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Dr. Anna E. Broomall was an obstetrician and gynecologist known specifically for her revolutionary work in fetal medicine. She continuously worked with women in high risk pregnancies to decrease the infant mortality rate. Broomall strategized with different methods that were uncommon for her time, including cesarean section, to promote safer deliveries for both mothers and their babies, while also creating one of the country’s first maternity care clinics in Pennsylvania. She wrote articles and studied cases regarding different fetal complications, and she also presented ideas that would come to change the fetal medicine industry.


  • A portrait of Dr. Anna E. Broomall as a young girl.
  • This is a picture of Dr. Broomall herself, as well as the South Philadelphia’s first maternal care clinic, which she established herself.
  • This is a picture of the historical marker dedicated to Dr. Anna E. Broomall located in Delaware County, PA. It lists her accomplishments as a doctor and is located near her home.

Broomall was born in 1847 in southeast Pennsylvania. She grew up in a Quaker family wanting to be a doctor, and her parents supported her dream. She began her medical career as a pupil assistant at the Women’s Medical College of Pennsylvania, and she used this income to forward her opportunities for an education.

While a student at WMCP, she attended different lectures set up by her dean. However, these were all-male lectures, and as a woman in the medical field, she endured many different types of harassment from male workers. They would continuously cat call her and minimize her importance and work. For the nineteenth century, this was common. Women were seen as inferior to men, especially in medicine. Many did not continue their work in the field because of the continuous degrading for their male counterparts. However, Broomall persevered and continued to attend schooling, completing the lectures.

After schooling, she accepted a position as chief resident physician at the Women’s Hospital of Philadelphia, where she remained for eight years. While a physician, she also taught classes at WMCP. She was eventually promoted to chair of obstetrics after the death of a superior. She then established one of the first clinics for maternity care in South Philadelphia and catered mainly to poor patients who were in high risk pregnancies. She studied antiseptics and procedures to ease the delivery of babies, and actually decreased the death rate during deliveries at her hospital to less than 20 per 2,000. She continued as a professor of obstetrics for another twenty years, and she was also a gynecologist for the Quaker-run Friend’s Asylum for the Insane in Philadelphia.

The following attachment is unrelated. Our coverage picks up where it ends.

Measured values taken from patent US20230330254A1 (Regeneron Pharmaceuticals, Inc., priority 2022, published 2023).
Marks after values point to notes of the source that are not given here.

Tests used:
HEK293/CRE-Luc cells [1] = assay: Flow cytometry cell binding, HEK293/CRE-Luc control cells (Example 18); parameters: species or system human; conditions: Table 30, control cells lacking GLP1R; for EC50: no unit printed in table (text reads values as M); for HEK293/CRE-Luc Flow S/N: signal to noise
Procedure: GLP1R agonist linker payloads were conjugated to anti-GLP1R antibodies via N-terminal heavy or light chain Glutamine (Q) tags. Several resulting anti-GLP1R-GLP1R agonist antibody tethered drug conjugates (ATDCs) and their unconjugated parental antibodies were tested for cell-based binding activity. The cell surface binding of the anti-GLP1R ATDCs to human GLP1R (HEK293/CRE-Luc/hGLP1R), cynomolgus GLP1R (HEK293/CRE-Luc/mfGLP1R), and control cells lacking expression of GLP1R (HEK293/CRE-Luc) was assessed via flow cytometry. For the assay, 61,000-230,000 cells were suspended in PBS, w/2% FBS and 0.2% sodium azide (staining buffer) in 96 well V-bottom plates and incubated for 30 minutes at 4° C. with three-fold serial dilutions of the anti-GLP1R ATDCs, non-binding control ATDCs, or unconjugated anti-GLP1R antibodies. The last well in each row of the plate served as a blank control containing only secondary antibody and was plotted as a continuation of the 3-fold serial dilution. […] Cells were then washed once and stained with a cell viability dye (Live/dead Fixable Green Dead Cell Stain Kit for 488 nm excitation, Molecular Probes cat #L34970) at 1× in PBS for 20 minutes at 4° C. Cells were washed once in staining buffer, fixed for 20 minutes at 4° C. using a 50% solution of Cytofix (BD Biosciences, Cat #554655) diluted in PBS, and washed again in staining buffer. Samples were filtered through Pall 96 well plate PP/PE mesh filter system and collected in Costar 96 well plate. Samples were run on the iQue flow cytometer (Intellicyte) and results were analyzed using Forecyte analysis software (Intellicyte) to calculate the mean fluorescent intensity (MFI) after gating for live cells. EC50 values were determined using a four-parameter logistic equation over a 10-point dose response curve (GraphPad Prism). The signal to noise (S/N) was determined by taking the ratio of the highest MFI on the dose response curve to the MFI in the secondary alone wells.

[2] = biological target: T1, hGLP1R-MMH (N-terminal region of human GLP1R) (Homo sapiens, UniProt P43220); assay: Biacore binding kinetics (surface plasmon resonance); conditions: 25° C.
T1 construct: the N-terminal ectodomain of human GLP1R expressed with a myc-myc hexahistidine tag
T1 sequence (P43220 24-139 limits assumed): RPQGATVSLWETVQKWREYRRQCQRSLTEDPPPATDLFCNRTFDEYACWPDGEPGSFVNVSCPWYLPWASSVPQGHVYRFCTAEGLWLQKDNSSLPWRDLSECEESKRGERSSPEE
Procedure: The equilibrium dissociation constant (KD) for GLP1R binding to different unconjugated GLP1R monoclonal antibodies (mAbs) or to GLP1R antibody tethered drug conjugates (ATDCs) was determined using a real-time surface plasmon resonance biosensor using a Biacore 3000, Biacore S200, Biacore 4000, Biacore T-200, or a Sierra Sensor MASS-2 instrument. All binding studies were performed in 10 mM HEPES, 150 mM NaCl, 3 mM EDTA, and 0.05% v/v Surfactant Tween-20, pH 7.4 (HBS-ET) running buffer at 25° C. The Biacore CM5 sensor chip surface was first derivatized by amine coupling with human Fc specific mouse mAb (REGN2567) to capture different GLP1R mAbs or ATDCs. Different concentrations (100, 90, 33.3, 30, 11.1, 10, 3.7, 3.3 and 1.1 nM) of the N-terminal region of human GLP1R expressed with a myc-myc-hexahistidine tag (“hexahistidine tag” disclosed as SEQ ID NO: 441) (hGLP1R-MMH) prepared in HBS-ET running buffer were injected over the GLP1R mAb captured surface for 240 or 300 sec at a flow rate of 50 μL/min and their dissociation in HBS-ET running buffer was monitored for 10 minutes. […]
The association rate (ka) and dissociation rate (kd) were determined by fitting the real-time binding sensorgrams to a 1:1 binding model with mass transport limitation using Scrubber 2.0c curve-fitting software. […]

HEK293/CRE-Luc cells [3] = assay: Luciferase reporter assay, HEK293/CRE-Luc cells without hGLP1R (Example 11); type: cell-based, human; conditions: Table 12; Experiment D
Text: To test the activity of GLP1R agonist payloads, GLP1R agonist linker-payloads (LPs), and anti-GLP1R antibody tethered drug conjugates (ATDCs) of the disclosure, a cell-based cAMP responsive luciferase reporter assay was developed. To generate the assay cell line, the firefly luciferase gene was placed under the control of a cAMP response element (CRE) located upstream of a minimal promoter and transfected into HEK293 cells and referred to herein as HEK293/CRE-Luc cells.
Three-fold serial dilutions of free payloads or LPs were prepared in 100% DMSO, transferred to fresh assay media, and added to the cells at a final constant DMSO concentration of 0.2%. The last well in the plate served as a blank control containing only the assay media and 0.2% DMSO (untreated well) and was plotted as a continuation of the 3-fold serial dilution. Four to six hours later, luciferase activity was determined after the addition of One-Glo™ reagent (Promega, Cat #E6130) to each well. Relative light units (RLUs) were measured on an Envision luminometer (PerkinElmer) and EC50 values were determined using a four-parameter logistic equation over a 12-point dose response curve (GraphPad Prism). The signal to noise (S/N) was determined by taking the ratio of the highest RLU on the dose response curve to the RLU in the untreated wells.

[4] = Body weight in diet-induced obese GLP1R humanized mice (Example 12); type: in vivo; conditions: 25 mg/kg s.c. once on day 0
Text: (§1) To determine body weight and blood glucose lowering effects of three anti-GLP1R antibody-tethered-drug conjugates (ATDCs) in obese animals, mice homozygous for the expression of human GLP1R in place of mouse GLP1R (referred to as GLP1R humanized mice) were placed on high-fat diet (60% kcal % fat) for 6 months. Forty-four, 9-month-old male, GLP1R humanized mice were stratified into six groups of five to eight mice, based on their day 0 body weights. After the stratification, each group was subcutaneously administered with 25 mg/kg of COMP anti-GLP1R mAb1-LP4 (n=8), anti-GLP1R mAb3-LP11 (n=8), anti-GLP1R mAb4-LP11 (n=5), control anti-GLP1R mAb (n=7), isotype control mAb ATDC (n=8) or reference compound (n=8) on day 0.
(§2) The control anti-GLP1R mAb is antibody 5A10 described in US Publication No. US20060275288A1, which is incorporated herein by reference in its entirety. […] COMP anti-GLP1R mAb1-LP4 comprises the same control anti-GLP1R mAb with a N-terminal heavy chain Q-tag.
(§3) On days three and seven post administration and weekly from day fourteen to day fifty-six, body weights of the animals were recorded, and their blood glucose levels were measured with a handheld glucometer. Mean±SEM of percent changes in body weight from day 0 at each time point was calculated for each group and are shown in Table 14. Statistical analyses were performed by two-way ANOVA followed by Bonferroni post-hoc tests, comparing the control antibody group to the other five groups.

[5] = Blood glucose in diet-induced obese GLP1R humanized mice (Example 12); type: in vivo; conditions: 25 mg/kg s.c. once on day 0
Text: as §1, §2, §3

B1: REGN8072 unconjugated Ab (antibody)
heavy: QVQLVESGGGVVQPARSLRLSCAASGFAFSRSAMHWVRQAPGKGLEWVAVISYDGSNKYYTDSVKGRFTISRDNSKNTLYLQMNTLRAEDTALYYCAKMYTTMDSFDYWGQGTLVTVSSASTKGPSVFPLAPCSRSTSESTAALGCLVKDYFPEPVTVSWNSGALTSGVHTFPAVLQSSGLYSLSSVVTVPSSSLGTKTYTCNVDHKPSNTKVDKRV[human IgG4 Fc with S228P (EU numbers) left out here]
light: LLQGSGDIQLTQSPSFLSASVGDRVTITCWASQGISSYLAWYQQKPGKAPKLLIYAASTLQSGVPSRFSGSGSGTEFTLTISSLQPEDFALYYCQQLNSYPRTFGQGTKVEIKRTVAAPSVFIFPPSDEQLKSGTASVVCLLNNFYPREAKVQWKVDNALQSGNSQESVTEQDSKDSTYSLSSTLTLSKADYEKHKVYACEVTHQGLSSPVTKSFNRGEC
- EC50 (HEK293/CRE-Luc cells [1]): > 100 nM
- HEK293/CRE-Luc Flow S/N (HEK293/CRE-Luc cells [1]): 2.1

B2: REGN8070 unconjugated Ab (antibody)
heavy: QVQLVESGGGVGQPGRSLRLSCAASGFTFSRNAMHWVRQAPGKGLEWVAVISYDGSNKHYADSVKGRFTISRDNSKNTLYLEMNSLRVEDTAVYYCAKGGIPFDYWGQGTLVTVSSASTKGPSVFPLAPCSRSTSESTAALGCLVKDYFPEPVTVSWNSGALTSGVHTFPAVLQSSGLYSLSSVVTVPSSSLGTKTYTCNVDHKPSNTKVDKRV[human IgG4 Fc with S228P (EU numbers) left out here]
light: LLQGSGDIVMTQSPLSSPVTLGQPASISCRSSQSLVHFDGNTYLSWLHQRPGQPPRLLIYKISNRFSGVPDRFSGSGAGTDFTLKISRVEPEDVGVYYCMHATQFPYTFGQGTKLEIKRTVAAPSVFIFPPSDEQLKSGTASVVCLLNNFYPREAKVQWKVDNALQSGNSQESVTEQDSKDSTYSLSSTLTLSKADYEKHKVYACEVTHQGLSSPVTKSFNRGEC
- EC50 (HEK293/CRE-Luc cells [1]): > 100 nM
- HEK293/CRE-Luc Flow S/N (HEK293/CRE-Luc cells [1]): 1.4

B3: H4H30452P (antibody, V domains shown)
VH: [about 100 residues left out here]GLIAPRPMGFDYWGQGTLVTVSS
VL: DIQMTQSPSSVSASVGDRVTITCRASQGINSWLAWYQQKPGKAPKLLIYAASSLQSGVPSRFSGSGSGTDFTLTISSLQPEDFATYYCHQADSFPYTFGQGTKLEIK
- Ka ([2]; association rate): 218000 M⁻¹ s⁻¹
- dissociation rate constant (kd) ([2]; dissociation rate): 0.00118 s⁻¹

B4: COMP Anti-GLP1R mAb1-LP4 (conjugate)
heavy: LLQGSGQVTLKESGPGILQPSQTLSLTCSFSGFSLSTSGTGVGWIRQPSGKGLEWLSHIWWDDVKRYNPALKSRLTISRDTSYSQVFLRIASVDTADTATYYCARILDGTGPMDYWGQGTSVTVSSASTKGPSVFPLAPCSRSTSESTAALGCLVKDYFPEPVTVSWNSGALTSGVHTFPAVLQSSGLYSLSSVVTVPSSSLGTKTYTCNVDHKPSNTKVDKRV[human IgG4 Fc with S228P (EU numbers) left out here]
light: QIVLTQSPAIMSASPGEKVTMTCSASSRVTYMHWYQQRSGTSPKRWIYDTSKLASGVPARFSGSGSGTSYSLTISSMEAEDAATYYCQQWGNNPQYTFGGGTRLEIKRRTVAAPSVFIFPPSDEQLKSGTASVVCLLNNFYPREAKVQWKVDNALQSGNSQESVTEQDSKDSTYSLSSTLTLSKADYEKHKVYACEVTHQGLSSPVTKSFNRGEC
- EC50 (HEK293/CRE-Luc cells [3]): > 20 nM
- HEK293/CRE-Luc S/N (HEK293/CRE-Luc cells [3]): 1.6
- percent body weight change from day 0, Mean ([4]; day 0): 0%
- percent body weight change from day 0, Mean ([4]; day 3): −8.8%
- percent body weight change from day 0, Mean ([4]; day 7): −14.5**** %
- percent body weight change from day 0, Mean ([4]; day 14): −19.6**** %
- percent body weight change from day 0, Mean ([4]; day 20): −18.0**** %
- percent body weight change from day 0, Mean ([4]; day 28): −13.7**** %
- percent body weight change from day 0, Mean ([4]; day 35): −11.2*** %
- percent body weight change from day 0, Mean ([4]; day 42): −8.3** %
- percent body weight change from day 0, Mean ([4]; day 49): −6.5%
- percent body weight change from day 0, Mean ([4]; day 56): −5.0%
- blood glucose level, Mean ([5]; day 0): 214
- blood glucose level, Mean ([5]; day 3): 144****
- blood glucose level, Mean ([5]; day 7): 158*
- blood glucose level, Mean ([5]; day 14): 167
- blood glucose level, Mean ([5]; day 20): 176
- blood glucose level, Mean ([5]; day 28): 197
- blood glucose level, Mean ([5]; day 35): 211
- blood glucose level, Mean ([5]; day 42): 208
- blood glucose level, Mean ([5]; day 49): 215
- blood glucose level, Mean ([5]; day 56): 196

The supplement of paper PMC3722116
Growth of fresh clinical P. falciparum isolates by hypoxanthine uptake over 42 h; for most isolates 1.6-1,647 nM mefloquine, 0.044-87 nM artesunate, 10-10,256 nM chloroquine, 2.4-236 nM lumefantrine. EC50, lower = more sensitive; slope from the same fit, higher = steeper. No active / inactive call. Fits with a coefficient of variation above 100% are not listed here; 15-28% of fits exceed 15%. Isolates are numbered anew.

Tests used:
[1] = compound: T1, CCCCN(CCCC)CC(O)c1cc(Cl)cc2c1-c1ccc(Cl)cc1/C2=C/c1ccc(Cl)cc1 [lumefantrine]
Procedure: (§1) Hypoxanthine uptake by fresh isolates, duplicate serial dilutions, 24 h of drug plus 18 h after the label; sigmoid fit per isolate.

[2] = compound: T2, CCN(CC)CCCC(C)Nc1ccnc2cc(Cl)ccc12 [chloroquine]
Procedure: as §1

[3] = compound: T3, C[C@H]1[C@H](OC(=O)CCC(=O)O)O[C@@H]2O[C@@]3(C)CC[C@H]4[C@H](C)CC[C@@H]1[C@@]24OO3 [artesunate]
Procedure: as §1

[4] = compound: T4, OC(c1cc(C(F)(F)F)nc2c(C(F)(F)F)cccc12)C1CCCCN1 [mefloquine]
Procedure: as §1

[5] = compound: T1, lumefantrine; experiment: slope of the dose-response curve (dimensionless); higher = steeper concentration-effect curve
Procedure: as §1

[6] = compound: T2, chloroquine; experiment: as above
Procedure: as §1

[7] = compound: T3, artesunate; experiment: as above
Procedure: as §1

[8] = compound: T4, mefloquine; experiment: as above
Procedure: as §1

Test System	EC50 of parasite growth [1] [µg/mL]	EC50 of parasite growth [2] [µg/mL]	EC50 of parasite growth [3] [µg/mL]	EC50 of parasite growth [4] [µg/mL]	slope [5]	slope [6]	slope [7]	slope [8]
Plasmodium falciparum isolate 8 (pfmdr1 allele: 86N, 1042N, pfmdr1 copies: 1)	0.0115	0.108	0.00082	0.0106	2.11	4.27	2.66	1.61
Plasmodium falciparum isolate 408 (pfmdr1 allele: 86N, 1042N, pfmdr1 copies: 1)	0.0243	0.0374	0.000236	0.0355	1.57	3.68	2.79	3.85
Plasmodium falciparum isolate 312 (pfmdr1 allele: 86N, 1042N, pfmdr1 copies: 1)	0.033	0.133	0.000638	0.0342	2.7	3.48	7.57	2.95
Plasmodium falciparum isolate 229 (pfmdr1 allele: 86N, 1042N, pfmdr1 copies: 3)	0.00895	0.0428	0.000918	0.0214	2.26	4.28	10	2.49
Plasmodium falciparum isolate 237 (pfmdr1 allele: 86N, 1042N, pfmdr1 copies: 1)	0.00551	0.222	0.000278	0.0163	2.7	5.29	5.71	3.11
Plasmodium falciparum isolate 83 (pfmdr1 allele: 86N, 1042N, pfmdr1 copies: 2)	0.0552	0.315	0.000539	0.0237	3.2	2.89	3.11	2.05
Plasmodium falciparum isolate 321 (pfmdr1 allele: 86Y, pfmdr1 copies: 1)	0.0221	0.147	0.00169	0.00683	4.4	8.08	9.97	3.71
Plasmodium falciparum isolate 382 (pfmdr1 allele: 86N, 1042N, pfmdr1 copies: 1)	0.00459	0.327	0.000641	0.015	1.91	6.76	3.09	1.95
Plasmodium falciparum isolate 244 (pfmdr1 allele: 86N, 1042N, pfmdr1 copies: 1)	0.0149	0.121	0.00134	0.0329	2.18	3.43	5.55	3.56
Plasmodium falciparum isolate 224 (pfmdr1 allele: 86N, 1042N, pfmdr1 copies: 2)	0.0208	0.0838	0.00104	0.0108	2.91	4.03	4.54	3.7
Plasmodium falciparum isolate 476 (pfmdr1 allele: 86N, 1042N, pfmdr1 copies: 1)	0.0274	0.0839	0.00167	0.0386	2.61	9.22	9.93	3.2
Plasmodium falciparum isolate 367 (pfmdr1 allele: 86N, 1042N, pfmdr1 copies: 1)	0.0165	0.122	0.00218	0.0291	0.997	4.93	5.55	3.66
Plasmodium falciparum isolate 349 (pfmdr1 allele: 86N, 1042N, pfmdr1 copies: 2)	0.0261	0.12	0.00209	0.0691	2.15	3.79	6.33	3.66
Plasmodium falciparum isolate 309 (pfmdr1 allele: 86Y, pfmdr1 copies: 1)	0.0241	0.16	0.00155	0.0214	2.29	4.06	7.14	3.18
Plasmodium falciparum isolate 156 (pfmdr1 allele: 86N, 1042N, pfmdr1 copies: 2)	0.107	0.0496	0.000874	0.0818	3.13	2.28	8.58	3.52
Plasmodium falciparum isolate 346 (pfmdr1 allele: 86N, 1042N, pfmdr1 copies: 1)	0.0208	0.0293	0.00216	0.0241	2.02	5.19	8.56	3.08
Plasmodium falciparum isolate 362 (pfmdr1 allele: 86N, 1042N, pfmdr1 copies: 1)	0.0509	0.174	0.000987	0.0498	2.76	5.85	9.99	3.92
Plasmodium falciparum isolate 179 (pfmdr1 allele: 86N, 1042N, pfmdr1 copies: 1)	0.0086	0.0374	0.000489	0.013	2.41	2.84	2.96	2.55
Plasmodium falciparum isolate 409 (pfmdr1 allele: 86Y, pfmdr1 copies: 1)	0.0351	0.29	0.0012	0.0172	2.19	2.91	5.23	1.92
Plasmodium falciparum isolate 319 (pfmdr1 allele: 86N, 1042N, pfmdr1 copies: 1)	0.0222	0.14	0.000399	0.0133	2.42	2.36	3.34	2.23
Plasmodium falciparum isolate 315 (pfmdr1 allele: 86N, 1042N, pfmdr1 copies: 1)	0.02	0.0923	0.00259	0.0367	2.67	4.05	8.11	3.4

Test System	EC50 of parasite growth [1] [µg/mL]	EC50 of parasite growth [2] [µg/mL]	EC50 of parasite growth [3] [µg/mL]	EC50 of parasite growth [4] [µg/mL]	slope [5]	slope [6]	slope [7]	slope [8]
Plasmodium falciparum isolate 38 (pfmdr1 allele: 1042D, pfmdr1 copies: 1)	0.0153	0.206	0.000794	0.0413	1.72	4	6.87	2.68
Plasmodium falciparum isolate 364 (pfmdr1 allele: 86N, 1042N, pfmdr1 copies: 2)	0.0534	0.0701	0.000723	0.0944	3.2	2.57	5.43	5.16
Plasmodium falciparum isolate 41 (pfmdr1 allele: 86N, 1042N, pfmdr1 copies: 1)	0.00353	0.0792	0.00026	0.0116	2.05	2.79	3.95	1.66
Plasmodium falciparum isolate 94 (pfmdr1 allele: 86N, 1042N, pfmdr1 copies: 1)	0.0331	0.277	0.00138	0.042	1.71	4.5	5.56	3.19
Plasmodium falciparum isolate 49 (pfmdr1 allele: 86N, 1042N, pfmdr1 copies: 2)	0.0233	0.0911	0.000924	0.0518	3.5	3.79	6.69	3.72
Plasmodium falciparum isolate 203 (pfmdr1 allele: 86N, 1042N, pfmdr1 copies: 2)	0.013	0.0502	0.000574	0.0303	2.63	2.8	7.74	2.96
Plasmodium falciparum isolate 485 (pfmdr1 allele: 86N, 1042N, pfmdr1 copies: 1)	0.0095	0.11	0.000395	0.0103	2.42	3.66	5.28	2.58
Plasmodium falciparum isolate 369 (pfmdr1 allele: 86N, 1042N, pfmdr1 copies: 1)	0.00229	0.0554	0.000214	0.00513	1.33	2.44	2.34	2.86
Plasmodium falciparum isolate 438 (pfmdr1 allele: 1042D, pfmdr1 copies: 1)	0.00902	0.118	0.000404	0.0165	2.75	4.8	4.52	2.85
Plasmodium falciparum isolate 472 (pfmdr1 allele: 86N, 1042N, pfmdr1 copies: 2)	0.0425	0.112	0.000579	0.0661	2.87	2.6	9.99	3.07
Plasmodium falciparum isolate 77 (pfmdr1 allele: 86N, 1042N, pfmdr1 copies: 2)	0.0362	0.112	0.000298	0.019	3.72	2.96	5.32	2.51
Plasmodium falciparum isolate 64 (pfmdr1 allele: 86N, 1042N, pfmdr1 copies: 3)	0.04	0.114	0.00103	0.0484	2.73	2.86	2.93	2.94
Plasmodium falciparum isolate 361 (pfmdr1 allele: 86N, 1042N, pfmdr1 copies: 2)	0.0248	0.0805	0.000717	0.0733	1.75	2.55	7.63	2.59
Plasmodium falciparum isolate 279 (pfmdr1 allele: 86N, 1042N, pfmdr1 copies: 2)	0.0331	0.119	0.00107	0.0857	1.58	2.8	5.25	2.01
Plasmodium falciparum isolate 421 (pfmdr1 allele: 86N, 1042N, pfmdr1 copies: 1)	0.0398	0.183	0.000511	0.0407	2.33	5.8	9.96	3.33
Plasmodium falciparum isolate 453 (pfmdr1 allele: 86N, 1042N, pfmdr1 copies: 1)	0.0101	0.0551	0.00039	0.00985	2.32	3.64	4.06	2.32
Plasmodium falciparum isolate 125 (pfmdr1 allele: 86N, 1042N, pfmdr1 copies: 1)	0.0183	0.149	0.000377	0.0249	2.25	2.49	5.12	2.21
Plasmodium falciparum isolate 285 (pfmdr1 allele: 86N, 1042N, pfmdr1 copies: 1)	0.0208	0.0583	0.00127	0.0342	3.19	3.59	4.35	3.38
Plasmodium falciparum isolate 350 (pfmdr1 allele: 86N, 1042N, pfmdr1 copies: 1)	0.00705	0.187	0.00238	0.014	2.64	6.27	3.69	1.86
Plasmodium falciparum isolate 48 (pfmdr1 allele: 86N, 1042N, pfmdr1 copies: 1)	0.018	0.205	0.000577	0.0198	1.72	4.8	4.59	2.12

Dr. Anna E. Broomall passed away at the age of eighty-five after being ill for months. She was believed to have been the oldest female physician in the country. Broomall was a pioneer for women in both medical education and the medical field itself. With her development of the Women’s Medical College Maternity in South Philadelphia, as well as her perseverance in a time where men dominated the medical field, she was able to revolutionize fetal medicine. A Pennsylvania historical marker was placed for her at 13th and Chestnut street in Chester, PA, close to her home.

“Changing the Face of Medicine | Anna Elizabeth Broomall.” U.S. National Library of Medicine. National Institutes of Health, June 3, 2015. https://cfmedicine.nlm.nih.gov/physicians/biography_45.html.

 Conde, Ximena. “Delco Medical Trailblazer Anna Broomall Honored with Historical Marker.” WHYY. WHYY, March 27, 2019. https://whyy.org/articles/delco-medical-trailblazer-anna-broomall-honored-with-historical-marker/.

Ainsworth, Colin. “New Chester Monument Salutes Pioneering Woman in Medicine.” The Delaware County Daily Times. The Delaware County Daily Times, March 27, 2019.

Broomall, Anna E. “THE OPERATION OF EPISIOTOMY AS A PREVENTION OF PERINEAL RUPTURES DURING LABOR.” The American Journal of Obstetrics and Diseases of Women and Children (1869-1919) 11, no. 3 (July 1, 1878). https://search.proquest.com/openview/bd32d33488e412f8703119af08321102/1?pq-origsite=gscholar&cbl=39586.

Broomall, Anna E. “A CASE OF CONGENITAL DIAPHRAGMATIC HERNIA, WITH REMARKS: With One Lithographic Plate REFERENCE TO PLATE.” The American Journal of Obstetrics and Diseases of Women and Children (1869-1919) 12, no. 3 (July 1, 1879). https://search.proquest.com/openview/bd32d33488e412f8703119af08321102/1?pq-origsite=gscholar&cbl=39586.

Image Sources(Click to expand)

1. “Changing the Face of Medicine | Anna Elizabeth Broomall.” U.S. National Library of Medicine. National Institutes of Health, June 3, 2015. https://cfmedicine.nlm.nih.gov/physicians/biography_45.html.

2. Conde, Ximena. “Delco Medical Trailblazer Anna Broomall Honored with Historical Marker.” WHYY. WHYY, March 27, 2019. https://whyy.org/articles/delco-medical-trailblazer-anna-broomall-honored-with-historical-marker/

https://www.hmdb.org/m.asp?m=135795